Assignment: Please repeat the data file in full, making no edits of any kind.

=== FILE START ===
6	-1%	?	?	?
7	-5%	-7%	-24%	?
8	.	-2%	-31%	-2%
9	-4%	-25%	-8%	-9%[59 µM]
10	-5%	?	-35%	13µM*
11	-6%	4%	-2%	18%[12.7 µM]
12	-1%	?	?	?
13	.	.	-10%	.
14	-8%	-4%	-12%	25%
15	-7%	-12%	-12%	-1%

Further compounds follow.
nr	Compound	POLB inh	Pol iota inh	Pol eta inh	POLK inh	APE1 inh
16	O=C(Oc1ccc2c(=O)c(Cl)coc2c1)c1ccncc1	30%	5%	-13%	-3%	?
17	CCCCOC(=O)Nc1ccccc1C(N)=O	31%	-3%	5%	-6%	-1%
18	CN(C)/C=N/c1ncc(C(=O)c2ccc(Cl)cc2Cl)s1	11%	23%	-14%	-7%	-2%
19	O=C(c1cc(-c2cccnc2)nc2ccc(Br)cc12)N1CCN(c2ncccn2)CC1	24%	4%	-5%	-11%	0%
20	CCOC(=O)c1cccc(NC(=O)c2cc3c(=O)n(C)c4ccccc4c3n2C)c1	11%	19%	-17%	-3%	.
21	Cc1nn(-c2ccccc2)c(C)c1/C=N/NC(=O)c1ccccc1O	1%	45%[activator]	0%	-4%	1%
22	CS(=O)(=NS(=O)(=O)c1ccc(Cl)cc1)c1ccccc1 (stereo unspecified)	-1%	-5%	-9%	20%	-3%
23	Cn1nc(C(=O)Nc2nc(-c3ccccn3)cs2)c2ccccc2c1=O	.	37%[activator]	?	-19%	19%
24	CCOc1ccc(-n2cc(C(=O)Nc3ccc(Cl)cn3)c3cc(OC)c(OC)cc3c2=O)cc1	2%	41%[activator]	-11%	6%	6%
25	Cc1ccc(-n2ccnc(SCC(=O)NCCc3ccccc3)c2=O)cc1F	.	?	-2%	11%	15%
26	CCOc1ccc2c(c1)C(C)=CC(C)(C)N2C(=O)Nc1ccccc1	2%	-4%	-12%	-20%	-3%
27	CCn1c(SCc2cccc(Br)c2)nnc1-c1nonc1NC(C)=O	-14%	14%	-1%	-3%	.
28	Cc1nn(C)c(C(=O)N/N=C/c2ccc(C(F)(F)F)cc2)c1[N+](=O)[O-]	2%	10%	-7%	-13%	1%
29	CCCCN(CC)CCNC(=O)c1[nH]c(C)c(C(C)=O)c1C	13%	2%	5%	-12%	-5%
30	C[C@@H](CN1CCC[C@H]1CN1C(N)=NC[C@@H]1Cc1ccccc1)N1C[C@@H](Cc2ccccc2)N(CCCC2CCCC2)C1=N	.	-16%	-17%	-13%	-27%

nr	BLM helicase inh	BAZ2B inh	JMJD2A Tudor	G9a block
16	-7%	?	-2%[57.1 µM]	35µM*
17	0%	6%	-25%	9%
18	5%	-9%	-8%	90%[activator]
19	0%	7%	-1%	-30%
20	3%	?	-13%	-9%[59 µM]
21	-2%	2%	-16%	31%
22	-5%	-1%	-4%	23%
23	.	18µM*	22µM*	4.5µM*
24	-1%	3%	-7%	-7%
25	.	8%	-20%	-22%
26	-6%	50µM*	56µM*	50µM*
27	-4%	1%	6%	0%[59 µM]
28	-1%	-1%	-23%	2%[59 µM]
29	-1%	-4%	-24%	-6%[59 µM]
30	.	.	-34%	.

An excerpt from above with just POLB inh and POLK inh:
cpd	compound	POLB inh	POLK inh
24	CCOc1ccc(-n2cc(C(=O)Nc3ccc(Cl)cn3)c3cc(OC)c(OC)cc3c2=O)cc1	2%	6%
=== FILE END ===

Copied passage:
6	-1%	?	?	?
7	-5%	-7%	-24%	?
8	.	-2%	-31%	-2%
9	-4%	-25%	-8%	-9%[59 µM]
10	-5%	?	-35%	13µM*
11	-6%	4%	-2%	18%[12.7 µM]
12	-1%	?	?	?
13	.	.	-10%	.
14	-8%	-4%	-12%	25%
15	-7%	-12%	-12%	-1%

Further compounds follow.
nr	Compound	POLB inh	Pol iota inh	Pol eta inh	POLK inh	APE1 inh
16	O=C(Oc1ccc2c(=O)c(Cl)coc2c1)c1ccncc1	30%	5%	-13%	-3%	?
17	CCCCOC(=O)Nc1ccccc1C(N)=O	31%	-3%	5%	-6%	-1%
18	CN(C)/C=N/c1ncc(C(=O)c2ccc(Cl)cc2Cl)s1	11%	23%	-14%	-7%	-2%
19	O=C(c1cc(-c2cccnc2)nc2ccc(Br)cc12)N1CCN(c2ncccn2)CC1	24%	4%	-5%	-11%	0%
20	CCOC(=O)c1cccc(NC(=O)c2cc3c(=O)n(C)c4ccccc4c3n2C)c1	11%	19%	-17%	-3%	.
21	Cc1nn(-c2ccccc2)c(C)c1/C=N/NC(=O)c1ccccc1O	1%	45%[activator]	0%	-4%	1%
22	CS(=O)(=NS(=O)(=O)c1ccc(Cl)cc1)c1ccccc1 (stereo unspecified)	-1%	-5%	-9%	20%	-3%
23	Cn1nc(C(=O)Nc2nc(-c3ccccn3)cs2)c2ccccc2c1=O	.	37%[activator]	?	-19%	19%
24	CCOc1ccc(-n2cc(C(=O)Nc3ccc(Cl)cn3)c3cc(OC)c(OC)cc3c2=O)cc1	2%	41%[activator]	-11%	6%	6%
25	Cc1ccc(-n2ccnc(SCC(=O)NCCc3ccccc3)c2=O)cc1F	.	?	-2%	11%	15%
26	CCOc1ccc2c(c1)C(C)=CC(C)(C)N2C(=O)Nc1ccccc1	2%	-4%	-12%	-20%	-3%
27	CCn1c(SCc2cccc(Br)c2)nnc1-c1nonc1NC(C)=O	-14%	14%	-1%	-3%	.
28	Cc1nn(C)c(C(=O)N/N=C/c2ccc(C(F)(F)F)cc2)c1[N+](=O)[O-]	2%	10%	-7%	-13%	1%
29	CCCCN(CC)CCNC(=O)c1[nH]c(C)c(C(C)=O)c1C	13%	2%	5%	-12%	-5%
30	C[C@@H](CN1CCC[C@H]1CN1C(N)=NC[C@@H]1Cc1ccccc1)N1C[C@@H](Cc2ccccc2)N(CCCC2CCCC2)C1=N	.	-16%	-17%	-13%	-27%

nr	BLM helicase inh	BAZ2B inh	JMJD2A Tudor	G9a block
16	-7%	?	-2%[57.1 µM]	35µM*
17	0%	6%	-25%	9%
18	5%	-9%	-8%	90%[activator]
19	0%	7%	-1%	-30%
20	3%	?	-13%	-9%[59 µM]
21	-2%	2%	-16%	31%
22	-5%	-1%	-4%	23%
23	.	18µM*	22µM*	4.5µM*
24	-1%	3%	-7%	-7%
25	.	8%	-20%	-22%
26	-6%	50µM*	56µM*	50µM*
27	-4%	1%	6%	0%[59 µM]
28	-1%	-1%	-23%	2%[59 µM]
29	-1%	-4%	-24%	-6%[59 µM]
30	.	.	-34%	.

An excerpt from above with just POLB inh and POLK inh:
cpd	compound	POLB inh	POLK inh
24	CCOc1ccc(-n2cc(C(=O)Nc3ccc(Cl)cn3)c3cc(OC)c(OC)cc3c2=O)cc1	2%	6%